"Out of Many One People", Performance. 2014. Come and see it this Thursday. Show runs from 8-11pm at Panoply Performance Laboratory.

“Out of Many One People”, Performance. 2014. Come and see it this Thursday. Show runs from 8-11pm at Panoply Performance Laboratory.

“Out of Many One People”, 2014. Performance. 15 minutes by Jodie Lyn-Kee-Chow
In “Out of Many One People” the recent state of events in Jamaica has become the focus of this work. The possibility of constructing a trans-shipment hub at Goat Islands, located off the south coast of St Catherine, Jamaica has been in debate with China Harbour Engineering Company (CHEC) in Beijing, China. The (CHEC) wants is 3,000 acres of land to build a shipping port. The government is aiming for the hub to be in operations by 2015 in order to coincide with the reopening of the Panama Canal. However, the building of this port would create a devastating impact to the Goat Islands and the surrounding coastal environment.
According to the Jamaica Environment Trust and the Caribbean Coastal Area Management Foundation the destruction of mangroves, seagrass beds, coral reefs, and endangered species could lead up to the degradation of the ancient dry limestone forest of Hellshire Hills and would only bring on the brink of an ecological disaster to the Portland Bight Protected Area.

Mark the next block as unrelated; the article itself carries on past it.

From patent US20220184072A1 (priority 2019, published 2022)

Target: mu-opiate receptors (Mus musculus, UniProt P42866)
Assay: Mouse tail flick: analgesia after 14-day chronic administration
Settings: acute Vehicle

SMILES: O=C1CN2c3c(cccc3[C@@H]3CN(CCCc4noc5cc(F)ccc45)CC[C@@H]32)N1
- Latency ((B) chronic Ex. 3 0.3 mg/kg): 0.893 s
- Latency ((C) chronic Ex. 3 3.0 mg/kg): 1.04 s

Yet the Jamaican government is seeing this as a win-win opportunity with the CHEC as the CHEC promises to deliver 10,000 jobs to Jamaica.

In the performance “Out of Many One People” named after Jamaica’s national motto, and Jamaica’s meaning “Land of Wood and Water” may no longer be that. Moving images of Jamaica are projected onto the wall and plays for the entire duration. I will be running in place in front of the projection for the full length of the performance to reggae music. By doing this action I hope to add another layer of what we may commonly associate with Jamaica- the best track & field teams in history. So much glamour and praise is placed upon these athletes and the music year round that as not much seems to be said about the degradation of Jamaica’s natural landscape during the process of ‘economic development’. It goes without saying that Jamaica’s tourism may also feel the effects of such an investment. Why would tourists want to visit Jamaica if the environment is not environmentally safe, protected or socially responsible? Paradise may be lost but we can help it to prevail.

-Jodie Lyn-Kee-Chow




Sign the petition: